36. 36. Harmony concepts and design Guide.doc Page 36 Harmony concepts and design guide HARMONY provides an out-of-the-box Mule 3.2 ESB connector for iSeries, so any AS400 application can be exposed as a web service via the ESB. An order is created using the RPG sales order program, which puts a message on an AS400 data queue. The ESB connector picks up the order from the data queue and publishes it to the ESB. The ESB then notifies HARMONY that a new sales order was created. The purchasing process is started by checking minimum stock level.
  37. 37. Harmony concepts and design Guide.doc Page 37 Harmony concepts and design guide Some of the technical design concepts that are applied in Harmony (Editor’s note: this section will be revised sometime Q3 2014) Harmony is “not-just-another-product or framework; instead it is the result of many years of pioneering workflows and business process areas and developing IT solutions using these concepts. Starting in the early 90’s, when there were static workflows and IT environments were “closed” till 2010 when technologies (“open source”) and platforms (“cloud”) became reality. Google is setting the standard for extremely scalable technologies. Complex Event Processing (CEP) Figure 53 CEP context The concept of business event modeling dates back to late 80’s, early 90’s – providing a solution for processing modeling with a clear focus on solving business issues. Harmony is based on complex event processing where every (possible) action is a trigger, which will lead to events to be fired. As such the workflow of an applications can be seen as a collection of events that are triggered by an action. The OpenAjax UI event bus Harmony uses PageBus, an OpenAjax event bus implementation. PageBus is an event bus implemented in JavaScript that enables web-parts and other Ajax components in a Web page to broadcast and listen for messages published on topic names (it's a messaging bus in the browser). Figure 54 webpage "template" for OpenAjax Rule (logic) based, decision tables – the RETE algorithm Harmony’s goal is to establish a solid rule based platform without the complexity that comes with many technologies and/or products. The rule engine is based on the RETE algorithm - decision tables and decision support are based on it. A modular approach is implemented, where each rule is a separate unit. This makes adding, editing or removing rules easy. Thus providing great flexibility to a generated & workflow based application. Rule uniformity is applied; the same format is used for representing all of the logic/knowledge in the system: Figure 55 The more data becomes "known" the more predictive info becomes available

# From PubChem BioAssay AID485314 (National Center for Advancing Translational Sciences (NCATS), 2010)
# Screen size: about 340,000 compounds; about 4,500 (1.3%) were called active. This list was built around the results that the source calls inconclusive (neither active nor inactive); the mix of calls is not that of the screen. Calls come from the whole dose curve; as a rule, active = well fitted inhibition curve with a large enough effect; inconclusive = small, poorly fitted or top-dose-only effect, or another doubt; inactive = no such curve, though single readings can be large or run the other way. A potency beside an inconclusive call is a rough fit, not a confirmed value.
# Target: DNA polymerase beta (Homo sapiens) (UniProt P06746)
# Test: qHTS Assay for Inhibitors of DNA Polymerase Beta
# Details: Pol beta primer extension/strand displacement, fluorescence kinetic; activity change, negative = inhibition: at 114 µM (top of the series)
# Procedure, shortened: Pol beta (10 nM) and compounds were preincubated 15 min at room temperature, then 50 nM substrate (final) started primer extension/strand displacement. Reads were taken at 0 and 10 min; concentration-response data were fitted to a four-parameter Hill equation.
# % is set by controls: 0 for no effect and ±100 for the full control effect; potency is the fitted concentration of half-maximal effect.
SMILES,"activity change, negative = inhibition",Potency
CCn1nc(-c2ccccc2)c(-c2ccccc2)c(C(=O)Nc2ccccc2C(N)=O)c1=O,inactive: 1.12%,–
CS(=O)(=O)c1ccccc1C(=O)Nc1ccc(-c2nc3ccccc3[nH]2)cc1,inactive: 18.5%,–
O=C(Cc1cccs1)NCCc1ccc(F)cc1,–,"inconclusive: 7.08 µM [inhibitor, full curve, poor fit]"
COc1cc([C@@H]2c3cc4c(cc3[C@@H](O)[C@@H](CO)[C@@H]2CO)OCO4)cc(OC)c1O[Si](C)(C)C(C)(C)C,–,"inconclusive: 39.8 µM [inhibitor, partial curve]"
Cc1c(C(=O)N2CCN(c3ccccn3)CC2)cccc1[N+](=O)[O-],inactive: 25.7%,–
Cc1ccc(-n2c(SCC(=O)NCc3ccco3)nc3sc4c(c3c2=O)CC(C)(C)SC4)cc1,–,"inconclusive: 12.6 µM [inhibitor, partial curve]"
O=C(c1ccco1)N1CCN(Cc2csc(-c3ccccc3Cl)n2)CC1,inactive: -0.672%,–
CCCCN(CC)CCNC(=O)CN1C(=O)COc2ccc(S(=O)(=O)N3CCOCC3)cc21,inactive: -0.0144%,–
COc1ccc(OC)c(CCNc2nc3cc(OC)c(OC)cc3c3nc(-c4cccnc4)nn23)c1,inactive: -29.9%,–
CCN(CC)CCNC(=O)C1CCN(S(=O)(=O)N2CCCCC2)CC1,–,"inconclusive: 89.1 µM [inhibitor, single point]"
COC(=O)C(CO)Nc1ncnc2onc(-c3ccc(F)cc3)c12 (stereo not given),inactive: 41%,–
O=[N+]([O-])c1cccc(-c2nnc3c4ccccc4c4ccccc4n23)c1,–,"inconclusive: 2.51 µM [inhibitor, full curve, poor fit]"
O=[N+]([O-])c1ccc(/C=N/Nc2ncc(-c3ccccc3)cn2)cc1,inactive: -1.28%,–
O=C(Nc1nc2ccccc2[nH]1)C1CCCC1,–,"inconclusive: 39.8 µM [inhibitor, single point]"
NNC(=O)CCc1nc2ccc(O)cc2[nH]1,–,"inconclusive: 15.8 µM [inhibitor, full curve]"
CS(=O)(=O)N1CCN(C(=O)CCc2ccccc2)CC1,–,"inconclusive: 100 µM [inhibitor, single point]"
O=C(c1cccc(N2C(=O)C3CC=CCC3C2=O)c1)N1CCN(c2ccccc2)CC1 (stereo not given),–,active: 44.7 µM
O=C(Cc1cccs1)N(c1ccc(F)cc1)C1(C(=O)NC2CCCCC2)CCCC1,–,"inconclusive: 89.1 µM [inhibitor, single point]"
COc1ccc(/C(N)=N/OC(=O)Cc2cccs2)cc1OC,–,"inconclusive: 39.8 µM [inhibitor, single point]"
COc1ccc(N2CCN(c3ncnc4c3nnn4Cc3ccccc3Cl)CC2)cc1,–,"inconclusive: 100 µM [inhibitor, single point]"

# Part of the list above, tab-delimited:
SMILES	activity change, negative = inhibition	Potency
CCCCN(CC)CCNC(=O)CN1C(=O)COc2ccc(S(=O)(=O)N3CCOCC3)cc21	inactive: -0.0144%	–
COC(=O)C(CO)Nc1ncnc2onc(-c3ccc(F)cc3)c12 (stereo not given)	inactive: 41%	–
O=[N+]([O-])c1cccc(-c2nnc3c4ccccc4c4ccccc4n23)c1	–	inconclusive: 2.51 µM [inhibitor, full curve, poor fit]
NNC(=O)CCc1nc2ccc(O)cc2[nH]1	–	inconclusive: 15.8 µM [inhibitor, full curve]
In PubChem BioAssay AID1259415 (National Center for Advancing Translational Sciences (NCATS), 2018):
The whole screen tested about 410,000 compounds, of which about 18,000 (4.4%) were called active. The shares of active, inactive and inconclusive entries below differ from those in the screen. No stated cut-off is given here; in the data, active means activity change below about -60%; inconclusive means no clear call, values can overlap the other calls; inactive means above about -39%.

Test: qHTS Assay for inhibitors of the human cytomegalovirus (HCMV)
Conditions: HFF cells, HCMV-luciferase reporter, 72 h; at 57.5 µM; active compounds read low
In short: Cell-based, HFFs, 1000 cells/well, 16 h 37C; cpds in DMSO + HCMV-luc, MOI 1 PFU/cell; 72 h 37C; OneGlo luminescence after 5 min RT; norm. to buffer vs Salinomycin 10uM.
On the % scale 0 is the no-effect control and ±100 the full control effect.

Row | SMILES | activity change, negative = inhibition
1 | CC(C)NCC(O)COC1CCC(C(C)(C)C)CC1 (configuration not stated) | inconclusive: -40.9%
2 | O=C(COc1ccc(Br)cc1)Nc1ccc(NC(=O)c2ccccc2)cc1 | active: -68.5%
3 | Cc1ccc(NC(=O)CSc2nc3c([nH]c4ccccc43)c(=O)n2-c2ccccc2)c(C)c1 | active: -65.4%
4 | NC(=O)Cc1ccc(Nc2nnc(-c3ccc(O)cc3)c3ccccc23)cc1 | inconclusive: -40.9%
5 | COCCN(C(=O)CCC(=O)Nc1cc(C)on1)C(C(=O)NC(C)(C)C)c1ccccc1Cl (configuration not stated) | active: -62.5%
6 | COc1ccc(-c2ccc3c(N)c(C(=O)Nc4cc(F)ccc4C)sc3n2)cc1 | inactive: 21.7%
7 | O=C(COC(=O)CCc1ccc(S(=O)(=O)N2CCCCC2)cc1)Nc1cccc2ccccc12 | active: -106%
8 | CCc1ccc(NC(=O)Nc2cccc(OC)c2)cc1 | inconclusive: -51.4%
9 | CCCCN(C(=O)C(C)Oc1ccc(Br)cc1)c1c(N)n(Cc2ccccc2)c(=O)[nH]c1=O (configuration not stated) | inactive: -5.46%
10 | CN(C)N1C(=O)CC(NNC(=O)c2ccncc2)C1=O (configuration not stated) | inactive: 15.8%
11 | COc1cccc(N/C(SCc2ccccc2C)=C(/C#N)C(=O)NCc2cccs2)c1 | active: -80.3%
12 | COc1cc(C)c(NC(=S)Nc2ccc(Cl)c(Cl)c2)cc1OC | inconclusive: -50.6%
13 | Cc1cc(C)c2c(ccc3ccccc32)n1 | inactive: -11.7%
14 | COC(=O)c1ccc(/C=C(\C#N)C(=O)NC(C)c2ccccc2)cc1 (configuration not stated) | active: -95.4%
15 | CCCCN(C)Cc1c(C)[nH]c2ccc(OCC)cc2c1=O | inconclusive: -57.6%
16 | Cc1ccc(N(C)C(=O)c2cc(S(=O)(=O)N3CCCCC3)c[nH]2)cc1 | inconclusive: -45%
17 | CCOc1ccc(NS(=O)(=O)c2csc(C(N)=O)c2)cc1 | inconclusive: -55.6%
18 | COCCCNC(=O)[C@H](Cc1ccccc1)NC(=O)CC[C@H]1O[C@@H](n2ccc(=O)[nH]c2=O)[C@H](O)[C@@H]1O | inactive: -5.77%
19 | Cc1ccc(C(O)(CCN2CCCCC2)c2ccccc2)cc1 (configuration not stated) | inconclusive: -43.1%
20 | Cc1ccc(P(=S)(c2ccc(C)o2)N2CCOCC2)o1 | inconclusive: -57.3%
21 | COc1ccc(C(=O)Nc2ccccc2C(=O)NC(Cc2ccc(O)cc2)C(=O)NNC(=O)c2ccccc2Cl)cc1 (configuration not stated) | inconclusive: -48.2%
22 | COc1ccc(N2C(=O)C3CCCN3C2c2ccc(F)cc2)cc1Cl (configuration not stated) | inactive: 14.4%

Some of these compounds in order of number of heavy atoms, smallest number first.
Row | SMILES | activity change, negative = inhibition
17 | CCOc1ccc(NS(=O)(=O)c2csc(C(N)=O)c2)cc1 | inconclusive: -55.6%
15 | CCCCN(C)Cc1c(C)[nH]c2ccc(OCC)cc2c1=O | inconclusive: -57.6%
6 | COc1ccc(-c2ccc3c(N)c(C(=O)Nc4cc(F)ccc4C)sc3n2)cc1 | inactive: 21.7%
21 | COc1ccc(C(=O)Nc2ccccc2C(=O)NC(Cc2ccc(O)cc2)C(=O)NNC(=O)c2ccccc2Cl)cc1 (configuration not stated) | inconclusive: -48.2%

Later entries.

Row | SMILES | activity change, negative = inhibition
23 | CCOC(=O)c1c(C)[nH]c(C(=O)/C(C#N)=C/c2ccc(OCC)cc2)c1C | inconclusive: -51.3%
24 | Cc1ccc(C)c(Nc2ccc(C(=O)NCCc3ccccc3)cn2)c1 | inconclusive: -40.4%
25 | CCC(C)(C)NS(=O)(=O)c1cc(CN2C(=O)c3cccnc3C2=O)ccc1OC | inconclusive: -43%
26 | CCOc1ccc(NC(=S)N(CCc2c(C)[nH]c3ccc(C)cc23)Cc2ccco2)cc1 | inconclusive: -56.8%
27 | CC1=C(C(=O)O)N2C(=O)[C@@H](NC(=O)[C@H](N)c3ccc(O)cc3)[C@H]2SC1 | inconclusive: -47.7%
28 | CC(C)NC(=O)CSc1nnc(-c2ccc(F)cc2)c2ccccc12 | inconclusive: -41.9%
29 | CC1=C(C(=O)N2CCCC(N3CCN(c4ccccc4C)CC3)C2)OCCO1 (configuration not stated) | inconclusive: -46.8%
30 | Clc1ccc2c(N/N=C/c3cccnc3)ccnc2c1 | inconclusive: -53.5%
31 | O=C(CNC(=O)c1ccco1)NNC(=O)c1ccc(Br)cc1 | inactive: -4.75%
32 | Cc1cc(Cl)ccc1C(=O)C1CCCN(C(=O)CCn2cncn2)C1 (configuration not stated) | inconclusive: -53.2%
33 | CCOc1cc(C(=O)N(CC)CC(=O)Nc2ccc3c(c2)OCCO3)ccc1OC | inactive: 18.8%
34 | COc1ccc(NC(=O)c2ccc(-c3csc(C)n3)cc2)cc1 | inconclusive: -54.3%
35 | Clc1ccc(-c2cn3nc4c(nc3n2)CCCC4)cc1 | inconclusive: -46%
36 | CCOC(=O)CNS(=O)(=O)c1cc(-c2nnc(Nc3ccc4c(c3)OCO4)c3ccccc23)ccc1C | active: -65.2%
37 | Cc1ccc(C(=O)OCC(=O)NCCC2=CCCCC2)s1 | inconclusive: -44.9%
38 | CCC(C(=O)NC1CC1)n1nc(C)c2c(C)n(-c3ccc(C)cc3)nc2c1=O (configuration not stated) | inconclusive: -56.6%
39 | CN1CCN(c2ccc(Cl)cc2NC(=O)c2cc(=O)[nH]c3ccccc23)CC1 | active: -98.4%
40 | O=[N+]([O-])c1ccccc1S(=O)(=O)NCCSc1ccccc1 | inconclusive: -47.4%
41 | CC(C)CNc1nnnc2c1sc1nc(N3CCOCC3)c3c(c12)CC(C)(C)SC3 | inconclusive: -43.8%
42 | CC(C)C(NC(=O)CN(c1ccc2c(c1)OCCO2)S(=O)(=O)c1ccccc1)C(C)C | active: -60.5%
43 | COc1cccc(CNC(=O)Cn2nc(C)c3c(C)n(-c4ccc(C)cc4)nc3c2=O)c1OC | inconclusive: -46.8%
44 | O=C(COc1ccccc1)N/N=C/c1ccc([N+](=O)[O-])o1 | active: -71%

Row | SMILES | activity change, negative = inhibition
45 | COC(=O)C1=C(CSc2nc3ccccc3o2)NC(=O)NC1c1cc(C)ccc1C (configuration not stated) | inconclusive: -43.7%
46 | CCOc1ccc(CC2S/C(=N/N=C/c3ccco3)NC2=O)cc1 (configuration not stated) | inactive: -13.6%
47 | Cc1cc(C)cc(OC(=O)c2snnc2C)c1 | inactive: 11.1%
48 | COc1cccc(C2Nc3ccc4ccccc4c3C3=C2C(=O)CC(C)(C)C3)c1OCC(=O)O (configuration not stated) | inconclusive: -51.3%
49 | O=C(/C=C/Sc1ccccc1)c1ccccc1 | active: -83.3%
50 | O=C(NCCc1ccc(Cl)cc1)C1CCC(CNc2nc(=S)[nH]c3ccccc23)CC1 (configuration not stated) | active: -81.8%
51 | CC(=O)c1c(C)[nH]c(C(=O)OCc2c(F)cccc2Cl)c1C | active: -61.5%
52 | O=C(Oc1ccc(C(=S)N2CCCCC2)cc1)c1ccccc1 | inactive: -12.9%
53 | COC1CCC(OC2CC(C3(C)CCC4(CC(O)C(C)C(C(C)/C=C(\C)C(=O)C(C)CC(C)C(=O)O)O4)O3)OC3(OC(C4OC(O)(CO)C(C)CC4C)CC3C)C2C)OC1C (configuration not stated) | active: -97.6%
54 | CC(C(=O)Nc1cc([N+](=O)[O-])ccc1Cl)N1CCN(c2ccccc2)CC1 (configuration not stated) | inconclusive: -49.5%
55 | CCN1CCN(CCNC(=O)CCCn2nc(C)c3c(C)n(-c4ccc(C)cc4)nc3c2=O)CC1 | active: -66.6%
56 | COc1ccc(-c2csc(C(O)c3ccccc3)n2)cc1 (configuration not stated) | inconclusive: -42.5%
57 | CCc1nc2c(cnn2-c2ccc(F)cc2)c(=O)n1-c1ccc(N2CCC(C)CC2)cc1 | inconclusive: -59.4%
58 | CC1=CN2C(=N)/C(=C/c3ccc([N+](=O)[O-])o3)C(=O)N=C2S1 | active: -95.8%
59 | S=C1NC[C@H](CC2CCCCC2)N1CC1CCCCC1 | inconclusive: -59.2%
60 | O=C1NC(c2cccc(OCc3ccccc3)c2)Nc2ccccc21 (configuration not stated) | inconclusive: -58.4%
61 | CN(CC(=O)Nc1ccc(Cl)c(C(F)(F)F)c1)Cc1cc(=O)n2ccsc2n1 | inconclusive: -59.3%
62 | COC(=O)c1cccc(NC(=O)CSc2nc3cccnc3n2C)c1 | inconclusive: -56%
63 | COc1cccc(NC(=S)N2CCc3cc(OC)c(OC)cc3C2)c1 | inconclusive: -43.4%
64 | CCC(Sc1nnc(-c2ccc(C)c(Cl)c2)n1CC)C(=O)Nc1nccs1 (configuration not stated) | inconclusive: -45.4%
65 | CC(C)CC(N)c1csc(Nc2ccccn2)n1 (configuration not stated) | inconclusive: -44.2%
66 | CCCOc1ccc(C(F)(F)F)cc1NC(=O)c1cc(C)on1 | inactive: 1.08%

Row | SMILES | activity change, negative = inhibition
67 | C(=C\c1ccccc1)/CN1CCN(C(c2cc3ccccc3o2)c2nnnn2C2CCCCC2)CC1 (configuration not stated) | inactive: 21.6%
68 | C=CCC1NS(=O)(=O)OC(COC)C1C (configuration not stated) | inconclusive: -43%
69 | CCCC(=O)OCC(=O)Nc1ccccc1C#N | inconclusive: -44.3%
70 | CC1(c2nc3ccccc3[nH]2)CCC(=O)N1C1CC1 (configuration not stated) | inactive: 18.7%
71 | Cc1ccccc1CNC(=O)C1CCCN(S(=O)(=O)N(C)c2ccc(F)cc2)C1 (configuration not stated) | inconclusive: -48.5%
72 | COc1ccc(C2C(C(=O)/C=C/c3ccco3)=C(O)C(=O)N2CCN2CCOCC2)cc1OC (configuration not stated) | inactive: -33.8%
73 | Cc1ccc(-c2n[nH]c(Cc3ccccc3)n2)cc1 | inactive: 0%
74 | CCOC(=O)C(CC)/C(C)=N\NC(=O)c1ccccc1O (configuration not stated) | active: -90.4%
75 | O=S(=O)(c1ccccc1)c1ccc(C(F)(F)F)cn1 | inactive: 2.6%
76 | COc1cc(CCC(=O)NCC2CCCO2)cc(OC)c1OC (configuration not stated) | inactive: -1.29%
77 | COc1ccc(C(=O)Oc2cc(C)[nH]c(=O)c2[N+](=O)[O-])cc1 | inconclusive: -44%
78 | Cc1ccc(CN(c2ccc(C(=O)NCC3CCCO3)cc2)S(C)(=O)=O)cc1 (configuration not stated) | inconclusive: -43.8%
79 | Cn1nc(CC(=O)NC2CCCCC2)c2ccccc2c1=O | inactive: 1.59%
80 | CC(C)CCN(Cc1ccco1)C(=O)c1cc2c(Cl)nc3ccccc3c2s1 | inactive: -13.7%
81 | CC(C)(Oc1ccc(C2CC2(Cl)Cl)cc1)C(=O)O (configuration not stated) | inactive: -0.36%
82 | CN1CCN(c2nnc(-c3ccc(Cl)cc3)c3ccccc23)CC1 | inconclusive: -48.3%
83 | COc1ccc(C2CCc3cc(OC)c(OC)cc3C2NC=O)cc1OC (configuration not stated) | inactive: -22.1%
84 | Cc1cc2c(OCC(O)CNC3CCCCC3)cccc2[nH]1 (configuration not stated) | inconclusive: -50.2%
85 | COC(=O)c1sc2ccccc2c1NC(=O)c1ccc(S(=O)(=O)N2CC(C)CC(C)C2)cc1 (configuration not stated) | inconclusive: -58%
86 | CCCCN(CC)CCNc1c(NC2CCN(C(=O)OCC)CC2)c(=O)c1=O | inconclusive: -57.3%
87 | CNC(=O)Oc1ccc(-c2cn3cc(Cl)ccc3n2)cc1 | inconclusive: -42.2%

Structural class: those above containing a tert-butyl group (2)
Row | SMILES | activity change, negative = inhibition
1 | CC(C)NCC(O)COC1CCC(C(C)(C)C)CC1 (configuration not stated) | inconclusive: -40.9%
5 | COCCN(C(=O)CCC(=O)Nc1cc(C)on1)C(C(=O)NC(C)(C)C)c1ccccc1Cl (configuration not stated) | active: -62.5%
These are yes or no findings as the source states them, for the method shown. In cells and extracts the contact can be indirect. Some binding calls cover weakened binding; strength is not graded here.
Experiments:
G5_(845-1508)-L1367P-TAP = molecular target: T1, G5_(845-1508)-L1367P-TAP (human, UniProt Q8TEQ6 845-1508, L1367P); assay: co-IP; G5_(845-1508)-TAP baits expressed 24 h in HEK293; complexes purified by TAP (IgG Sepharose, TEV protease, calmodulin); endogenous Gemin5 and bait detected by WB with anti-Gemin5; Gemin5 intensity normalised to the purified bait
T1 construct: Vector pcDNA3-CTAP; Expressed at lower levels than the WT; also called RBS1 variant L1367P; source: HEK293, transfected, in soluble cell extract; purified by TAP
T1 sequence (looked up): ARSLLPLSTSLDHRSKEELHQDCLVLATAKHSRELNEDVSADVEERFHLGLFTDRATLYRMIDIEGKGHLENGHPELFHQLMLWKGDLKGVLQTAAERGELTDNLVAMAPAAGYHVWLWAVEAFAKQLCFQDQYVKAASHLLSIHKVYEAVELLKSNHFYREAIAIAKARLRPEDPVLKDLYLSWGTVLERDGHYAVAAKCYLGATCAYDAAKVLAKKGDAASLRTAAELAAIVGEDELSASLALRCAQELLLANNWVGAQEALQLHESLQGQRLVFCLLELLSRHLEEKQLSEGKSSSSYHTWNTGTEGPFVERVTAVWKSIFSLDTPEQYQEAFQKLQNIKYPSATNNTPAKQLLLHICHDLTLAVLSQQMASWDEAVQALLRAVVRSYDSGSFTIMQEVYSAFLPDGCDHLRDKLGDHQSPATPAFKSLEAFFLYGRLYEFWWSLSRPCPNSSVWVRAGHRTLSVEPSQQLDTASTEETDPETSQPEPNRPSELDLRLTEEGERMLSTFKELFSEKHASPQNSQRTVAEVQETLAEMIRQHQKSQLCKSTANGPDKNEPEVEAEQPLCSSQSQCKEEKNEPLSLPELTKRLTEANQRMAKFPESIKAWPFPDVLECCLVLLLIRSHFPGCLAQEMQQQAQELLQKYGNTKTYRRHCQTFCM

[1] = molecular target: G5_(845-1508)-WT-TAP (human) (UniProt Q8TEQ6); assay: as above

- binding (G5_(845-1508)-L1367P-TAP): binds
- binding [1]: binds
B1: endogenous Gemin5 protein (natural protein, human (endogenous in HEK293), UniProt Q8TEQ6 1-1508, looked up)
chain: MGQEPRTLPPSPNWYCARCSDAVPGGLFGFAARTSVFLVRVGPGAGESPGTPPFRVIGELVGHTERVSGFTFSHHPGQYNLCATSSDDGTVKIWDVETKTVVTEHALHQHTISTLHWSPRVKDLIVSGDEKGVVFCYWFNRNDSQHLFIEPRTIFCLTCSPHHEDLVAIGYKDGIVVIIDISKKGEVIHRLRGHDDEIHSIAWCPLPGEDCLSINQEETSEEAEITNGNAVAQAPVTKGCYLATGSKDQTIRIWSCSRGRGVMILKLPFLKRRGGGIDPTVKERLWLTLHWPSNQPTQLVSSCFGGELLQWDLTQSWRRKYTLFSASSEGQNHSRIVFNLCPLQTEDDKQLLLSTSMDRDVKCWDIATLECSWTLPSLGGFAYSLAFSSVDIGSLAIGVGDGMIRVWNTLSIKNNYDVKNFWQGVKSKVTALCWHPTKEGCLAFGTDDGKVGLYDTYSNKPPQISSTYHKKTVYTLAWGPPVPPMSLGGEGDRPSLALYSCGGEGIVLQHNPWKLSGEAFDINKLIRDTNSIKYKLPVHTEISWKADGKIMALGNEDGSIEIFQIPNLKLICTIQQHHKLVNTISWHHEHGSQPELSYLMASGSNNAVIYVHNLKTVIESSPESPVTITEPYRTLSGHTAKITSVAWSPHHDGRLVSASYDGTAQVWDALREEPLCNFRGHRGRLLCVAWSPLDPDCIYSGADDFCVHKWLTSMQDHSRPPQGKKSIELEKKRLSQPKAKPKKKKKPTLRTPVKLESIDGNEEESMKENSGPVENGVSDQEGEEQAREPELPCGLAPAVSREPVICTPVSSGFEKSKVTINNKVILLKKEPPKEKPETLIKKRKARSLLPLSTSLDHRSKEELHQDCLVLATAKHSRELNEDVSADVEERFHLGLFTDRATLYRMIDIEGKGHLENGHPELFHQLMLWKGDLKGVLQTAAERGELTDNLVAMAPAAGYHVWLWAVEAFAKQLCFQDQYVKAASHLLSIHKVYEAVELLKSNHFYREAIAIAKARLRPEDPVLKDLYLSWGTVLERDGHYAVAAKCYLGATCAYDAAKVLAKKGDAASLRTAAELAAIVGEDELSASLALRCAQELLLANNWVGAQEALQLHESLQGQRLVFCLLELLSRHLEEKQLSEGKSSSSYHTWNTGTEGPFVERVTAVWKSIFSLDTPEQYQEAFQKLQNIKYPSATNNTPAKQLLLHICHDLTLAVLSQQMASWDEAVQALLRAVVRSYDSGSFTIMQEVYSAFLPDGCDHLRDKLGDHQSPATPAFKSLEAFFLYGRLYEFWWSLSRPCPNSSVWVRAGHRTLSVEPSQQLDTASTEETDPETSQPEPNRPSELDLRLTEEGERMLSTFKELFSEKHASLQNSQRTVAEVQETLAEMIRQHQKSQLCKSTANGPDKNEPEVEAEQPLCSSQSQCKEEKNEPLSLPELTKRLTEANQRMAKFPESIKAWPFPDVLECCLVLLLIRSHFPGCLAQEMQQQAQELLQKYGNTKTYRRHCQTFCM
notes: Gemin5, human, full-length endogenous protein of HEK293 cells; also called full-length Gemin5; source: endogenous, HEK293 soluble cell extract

38. 38. Harmony concepts and design Guide.doc Page 38 Harmony concepts and design guide Authentication (Editor’s note: this section will be revised sometime Q3 2014) It is based on the OpenID standard which is also implemented by Google, Yahoo and AOL. . Harmony supports Facebook, LinkedIn and Twitter authentication protocols as well, so users of those applications can login seamlessly. Figure 56 Implemented authentication mechanisms
  39. 39. Harmony concepts and design Guide.doc Page 39 Harmony concepts and design guide Quality assurance standards All of HARMONY’s functionality is tested with Selenium IDE. This guarantees the complete test coverage of its features. The performance and scalability is tested with OpenSTA. All test cases are Google spreadsheet driven. Every (major) release is tested on Linux, Windows and iOS and the following browsers: Google Chrome, Mozilla Firefox, MS IE and Safari for Mac and iOS.
  40. 40. Harmony concepts and design Guide.doc Page 40 Harmony concepts and design guide Positioning Harmony in the Gartner Magic Quadrant Business processes on the right side of Figure 1 undergo frequent or unexpected (ad hoc) change. Efficiency, cost reductions and transparency, although important goals, are surpassed by the overarching goal business agility, which results in build-to-change solutions. In these situations, the process and IT solutions change may be prompted by internal and external business triggers, or perhaps the to-be process is not yet perfectly clear. The best way to address this is through “evolutionary” implementation. Change the processes as more insights are gained. Harmony’s foundation is adaptive case management – which is a must have for agile processes. Business professionals, with some help of IT specialists, can collaborate in a highly agile and iterative fashion to approximate the optimal process. Figure 57 Gartner magic quadrant BPM tooling showing Harmony’s position

×